I tried to avoid the shuttle bus the whole trip, but on the weekends in summer, the only way to get to Moro Rock and Tunnel Log is via shuttle bus. They do not allow cars to drive up that road during the weekends since it is so busy, and it’s a narrow road. This was a slight bummer- as we wanted to drive our car under Tunnel Log! However looking at the bright side- we got lucky and saw a bear from the shuttle bus as we were riding up. The driver stopped so that we could take pictures (from the safety of the shuttle bus, of course). So cute!
Take the shuttle bus up to Tunnel Log first- the bus will probably wait for you as you jump out and take a few pictures. Honestly, I thought that Tunnel Log looked smaller in person than it did in the pictures, but it was still a cool site to see!
Hop back on the shuttle bus, and get out at the top of the hill at Crescent Meadow for a 1.6 mile loop taking you through a peaceful meadow surrounded by wildflowers and Sequoia trees.
After this, hop back on the shuttle bus and go down the hill towards Moro Rock trailhead, for your last hike of the weekend! Although Moro Rock trail was crowded by the time we got there, it was still super cool and totally worth it. The trail is only 0.6 miles there-and-back, however you are climbing up 350 stairs to get to the top of this massive granite rock-face. The stairs are narrow- so you’ll have to step aside to let others going down get through- however there are railings so it is safe the whole time.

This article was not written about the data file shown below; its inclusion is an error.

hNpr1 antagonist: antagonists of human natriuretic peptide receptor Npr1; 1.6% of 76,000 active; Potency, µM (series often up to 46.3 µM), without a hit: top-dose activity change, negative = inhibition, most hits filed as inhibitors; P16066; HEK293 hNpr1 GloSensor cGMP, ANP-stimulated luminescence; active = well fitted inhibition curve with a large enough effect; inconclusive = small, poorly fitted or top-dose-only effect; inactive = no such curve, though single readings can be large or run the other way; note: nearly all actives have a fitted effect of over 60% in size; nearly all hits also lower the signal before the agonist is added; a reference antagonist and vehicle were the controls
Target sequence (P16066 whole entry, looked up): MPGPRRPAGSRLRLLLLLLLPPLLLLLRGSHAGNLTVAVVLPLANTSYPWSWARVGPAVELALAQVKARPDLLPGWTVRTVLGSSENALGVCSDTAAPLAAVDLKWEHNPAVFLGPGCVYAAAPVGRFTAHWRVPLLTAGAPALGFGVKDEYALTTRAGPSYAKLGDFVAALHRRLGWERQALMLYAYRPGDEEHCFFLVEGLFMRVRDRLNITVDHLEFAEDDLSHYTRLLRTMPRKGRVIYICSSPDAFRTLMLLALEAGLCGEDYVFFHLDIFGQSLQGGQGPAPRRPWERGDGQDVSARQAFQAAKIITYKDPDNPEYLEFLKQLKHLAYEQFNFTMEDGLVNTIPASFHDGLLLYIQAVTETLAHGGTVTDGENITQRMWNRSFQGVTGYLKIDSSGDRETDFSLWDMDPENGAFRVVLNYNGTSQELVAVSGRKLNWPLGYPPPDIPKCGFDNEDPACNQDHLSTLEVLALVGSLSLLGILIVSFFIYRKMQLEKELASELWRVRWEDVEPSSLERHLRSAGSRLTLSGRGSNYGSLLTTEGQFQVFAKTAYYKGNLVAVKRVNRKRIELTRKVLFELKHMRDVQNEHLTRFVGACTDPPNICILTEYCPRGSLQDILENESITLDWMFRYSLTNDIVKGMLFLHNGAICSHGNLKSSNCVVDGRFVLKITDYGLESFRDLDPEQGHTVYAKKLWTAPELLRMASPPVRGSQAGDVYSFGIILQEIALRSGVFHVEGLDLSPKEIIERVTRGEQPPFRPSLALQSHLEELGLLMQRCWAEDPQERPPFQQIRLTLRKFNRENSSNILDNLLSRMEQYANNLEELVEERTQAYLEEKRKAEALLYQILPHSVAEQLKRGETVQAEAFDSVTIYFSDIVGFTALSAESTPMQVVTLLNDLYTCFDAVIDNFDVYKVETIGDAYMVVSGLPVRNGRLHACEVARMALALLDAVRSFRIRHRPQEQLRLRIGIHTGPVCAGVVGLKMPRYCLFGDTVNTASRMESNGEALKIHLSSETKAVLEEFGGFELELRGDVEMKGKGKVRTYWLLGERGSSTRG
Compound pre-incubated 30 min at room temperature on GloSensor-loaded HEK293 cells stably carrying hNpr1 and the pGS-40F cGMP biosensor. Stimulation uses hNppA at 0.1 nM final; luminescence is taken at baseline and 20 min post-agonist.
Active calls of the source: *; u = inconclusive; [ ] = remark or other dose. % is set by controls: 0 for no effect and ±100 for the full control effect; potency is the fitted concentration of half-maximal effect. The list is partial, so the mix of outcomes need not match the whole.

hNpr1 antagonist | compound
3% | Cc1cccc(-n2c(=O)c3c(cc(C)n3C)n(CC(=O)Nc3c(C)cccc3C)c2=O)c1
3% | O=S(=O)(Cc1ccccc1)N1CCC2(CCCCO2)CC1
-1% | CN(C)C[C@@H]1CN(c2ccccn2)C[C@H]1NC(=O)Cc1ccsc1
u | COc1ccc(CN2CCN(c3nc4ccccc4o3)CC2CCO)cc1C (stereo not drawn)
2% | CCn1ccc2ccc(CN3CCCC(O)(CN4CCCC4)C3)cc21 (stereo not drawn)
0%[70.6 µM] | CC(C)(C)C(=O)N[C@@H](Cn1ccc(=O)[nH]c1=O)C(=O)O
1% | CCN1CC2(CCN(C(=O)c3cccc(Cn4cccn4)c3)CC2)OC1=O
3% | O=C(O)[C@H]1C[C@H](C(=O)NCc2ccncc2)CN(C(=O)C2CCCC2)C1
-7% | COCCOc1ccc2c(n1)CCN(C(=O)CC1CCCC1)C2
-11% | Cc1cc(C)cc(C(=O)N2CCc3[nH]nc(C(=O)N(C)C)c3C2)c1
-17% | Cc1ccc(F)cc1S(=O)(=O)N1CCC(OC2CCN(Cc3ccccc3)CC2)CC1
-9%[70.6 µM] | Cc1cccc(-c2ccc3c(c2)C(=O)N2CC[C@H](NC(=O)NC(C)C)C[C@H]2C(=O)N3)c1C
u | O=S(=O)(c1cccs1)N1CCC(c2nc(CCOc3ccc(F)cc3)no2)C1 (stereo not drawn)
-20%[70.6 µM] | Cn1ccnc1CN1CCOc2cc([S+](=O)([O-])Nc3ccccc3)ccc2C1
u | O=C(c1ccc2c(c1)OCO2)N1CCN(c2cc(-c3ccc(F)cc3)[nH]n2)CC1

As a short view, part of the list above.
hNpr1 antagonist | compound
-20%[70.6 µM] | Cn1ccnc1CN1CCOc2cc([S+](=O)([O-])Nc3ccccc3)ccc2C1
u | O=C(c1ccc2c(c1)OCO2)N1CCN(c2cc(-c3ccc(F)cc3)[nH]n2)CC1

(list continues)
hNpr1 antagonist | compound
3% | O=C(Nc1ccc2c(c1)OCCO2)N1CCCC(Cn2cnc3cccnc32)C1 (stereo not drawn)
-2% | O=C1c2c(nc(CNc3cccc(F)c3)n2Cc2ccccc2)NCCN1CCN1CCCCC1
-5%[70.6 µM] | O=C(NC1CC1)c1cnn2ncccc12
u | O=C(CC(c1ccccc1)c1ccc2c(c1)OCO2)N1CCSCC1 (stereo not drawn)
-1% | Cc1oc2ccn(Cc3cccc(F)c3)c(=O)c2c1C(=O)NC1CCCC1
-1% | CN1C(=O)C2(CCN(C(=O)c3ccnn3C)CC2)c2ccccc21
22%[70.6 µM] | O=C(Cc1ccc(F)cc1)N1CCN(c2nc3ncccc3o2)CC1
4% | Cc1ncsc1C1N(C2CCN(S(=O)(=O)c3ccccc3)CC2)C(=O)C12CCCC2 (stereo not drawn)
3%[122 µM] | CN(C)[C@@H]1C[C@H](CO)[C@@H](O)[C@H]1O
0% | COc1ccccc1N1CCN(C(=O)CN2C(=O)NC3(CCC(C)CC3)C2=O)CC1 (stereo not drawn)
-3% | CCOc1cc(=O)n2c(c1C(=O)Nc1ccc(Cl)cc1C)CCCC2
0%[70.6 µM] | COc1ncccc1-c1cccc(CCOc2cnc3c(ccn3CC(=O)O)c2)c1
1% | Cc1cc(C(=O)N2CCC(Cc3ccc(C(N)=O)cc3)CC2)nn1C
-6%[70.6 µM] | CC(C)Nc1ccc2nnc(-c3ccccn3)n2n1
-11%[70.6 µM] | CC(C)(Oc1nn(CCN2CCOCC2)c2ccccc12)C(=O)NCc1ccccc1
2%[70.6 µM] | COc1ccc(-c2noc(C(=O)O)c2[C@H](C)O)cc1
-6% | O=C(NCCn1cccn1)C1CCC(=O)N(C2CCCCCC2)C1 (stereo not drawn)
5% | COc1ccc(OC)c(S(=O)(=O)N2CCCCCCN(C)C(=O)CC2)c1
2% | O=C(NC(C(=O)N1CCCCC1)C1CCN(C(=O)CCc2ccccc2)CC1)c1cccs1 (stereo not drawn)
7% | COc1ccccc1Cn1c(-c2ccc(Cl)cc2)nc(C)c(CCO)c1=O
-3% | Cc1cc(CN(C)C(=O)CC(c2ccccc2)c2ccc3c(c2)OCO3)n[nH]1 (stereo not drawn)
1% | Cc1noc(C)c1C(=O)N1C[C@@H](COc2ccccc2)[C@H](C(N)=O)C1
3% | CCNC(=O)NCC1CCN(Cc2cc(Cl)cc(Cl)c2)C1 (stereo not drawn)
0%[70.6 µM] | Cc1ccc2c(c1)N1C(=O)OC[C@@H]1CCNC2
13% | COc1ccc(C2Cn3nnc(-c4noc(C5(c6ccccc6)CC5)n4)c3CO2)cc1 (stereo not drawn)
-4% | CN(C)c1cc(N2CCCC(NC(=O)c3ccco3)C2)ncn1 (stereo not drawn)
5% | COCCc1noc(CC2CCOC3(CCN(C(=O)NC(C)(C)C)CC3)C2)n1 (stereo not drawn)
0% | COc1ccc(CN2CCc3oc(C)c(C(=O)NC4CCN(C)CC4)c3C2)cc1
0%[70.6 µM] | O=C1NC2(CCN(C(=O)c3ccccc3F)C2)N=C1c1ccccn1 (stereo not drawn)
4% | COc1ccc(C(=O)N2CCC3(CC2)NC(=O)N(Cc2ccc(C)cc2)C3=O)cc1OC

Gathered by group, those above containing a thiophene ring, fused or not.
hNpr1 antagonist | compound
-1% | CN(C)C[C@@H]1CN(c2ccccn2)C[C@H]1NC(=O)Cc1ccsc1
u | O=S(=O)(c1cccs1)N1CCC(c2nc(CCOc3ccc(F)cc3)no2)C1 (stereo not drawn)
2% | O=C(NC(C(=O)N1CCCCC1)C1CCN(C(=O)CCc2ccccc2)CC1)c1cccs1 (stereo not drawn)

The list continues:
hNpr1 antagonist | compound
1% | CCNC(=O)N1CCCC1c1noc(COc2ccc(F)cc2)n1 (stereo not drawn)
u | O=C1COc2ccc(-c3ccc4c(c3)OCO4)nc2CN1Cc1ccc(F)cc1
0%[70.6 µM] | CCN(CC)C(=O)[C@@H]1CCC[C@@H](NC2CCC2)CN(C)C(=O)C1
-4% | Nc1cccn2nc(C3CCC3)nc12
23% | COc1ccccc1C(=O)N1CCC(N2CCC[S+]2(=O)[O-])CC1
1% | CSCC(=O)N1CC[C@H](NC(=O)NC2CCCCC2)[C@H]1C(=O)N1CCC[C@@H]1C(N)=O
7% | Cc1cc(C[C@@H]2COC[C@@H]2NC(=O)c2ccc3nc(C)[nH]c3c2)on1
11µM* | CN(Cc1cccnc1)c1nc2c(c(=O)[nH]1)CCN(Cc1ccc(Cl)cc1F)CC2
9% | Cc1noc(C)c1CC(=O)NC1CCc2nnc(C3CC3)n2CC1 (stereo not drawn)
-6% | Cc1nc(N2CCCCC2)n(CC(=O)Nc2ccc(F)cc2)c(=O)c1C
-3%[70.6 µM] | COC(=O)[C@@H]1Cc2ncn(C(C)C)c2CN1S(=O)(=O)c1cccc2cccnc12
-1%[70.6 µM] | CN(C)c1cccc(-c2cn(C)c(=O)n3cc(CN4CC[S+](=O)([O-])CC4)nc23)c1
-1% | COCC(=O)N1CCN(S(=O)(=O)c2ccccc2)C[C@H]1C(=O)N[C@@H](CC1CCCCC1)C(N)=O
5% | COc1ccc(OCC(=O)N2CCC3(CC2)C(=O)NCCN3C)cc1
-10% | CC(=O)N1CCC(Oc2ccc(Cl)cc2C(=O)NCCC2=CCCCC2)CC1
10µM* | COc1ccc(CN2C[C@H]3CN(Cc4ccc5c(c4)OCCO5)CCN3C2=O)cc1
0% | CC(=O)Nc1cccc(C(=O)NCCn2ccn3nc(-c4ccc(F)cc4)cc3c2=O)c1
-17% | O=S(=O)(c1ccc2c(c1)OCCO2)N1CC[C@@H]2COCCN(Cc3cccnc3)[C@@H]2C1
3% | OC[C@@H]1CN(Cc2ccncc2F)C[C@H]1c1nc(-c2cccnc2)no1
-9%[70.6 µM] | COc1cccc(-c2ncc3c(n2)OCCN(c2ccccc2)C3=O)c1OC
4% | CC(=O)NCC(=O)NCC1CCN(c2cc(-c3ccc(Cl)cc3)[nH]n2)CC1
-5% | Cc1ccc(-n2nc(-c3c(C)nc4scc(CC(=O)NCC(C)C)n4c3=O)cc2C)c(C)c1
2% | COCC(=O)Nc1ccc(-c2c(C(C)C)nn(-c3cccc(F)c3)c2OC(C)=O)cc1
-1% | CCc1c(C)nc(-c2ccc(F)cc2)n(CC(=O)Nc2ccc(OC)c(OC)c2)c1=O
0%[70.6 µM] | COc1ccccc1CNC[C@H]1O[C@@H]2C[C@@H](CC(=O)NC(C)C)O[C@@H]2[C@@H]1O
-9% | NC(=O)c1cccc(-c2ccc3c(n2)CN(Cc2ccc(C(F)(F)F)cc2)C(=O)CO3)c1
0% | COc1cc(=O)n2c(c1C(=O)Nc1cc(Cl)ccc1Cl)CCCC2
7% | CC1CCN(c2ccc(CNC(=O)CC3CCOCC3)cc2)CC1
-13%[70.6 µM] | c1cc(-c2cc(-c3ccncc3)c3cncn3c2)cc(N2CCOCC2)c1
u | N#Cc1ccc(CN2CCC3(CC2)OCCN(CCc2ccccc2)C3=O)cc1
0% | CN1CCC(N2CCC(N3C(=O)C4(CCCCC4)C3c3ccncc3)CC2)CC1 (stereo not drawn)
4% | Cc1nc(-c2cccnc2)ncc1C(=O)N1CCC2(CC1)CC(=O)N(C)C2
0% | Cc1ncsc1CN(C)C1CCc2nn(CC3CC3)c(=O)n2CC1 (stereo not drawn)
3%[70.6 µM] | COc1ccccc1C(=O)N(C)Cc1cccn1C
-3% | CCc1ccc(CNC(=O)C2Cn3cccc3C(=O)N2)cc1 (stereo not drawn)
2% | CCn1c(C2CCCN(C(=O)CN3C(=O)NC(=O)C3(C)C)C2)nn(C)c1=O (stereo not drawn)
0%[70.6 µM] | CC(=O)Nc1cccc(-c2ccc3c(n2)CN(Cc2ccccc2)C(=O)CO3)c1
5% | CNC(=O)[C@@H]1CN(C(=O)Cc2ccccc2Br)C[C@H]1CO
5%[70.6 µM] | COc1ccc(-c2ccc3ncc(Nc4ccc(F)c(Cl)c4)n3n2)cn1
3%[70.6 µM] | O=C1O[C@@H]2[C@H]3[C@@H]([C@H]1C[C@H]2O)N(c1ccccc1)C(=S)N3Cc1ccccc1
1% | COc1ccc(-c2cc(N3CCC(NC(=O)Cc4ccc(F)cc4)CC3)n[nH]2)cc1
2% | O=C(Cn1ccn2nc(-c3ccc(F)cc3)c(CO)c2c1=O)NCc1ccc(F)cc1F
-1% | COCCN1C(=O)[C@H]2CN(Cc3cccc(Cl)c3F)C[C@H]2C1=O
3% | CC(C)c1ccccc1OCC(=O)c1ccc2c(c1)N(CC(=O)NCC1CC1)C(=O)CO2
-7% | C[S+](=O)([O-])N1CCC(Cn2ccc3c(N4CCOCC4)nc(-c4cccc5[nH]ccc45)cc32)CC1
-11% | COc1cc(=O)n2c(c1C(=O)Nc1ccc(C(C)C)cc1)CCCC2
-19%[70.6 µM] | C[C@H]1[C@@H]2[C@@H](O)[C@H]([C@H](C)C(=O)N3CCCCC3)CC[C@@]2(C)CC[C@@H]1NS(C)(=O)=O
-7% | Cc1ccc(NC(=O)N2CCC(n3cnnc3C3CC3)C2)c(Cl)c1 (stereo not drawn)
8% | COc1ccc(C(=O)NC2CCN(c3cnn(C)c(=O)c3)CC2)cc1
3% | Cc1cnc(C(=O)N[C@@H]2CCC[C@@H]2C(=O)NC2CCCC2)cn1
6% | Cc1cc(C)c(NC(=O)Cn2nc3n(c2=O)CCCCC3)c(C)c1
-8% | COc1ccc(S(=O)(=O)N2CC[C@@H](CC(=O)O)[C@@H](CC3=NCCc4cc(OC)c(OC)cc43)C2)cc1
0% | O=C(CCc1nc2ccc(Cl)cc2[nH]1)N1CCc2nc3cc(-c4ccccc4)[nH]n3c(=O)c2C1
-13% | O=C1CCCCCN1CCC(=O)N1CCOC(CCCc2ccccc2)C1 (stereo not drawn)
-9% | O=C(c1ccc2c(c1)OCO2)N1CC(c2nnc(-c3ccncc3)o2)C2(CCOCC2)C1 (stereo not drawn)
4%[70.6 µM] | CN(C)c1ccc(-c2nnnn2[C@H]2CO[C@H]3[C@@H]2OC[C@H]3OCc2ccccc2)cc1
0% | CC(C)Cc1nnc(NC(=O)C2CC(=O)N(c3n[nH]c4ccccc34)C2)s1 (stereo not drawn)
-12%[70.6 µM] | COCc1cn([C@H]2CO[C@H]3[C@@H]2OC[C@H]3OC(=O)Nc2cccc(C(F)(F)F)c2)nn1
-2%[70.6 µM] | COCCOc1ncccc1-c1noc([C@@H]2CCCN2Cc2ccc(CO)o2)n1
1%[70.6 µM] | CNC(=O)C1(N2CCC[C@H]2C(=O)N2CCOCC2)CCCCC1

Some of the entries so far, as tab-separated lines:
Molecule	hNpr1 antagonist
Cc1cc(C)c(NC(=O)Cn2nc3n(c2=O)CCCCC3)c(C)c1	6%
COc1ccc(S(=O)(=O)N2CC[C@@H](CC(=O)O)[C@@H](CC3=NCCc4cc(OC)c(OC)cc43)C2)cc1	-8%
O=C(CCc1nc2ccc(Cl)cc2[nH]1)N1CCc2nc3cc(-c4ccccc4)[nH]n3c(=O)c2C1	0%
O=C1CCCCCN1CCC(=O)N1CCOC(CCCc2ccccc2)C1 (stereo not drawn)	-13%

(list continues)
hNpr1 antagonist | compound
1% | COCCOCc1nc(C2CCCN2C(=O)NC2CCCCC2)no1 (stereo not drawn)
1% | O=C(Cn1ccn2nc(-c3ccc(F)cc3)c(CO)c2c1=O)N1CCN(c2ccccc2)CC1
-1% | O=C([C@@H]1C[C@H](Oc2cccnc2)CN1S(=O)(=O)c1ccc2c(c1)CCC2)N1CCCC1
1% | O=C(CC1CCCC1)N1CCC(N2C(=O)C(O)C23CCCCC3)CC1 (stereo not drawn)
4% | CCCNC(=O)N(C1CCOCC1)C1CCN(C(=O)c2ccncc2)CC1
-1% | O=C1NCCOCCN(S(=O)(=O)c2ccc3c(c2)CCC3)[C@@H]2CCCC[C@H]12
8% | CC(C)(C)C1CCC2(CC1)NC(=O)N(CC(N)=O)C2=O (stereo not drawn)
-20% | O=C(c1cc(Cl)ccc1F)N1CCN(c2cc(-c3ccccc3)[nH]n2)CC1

The views going up are fantastic, and once you get to the top- the panoramic view is breathtaking!
After this, you can either walk the 1.5 miles back down to the Giant Forest Museum where you parked your car, or you can hop on a shuttle bus going that direction. Time to make the drive back home!
Other Tips for Sequoia National Park
- Buy your park pass online beforehand, so you can skip the line of cars upon entrance to the park! Make sure you either print it out, or save to your Apple Wallet since you won’t have cell service
- You won’t have cell service the whole time- make sure you plan accordingly. Tell your family and friends where you will be, do your research ahead of time for what trails you want to do (hopefully this blog post helps!) and make sure you have a map
- Make sure you put everything that smells (food, toiletries, etc) in the bear box provided at your campsite to avoid attracting bears
- Don’t wait until you are closer to the park to buy your groceries for the weekend- the only grocery store we found was in Three Rivers, a few miles before the park entrance, but it was a small market and was overpriced. You’ll save money if you go to your local grocery chain close to your house before starting your trip.
If you have longer than a weekend in Sequoia National Park:
- Explore the Crystal Cave– check out the cool underground formations in the Crystal Cave but note- you can only access via guided tour, which you need to book in advance.
- Add Kings Canyon National Park to your itinerary. You can see the second largest Sequoia there- General Grant Tree- about an hour drive from Sequoia National Park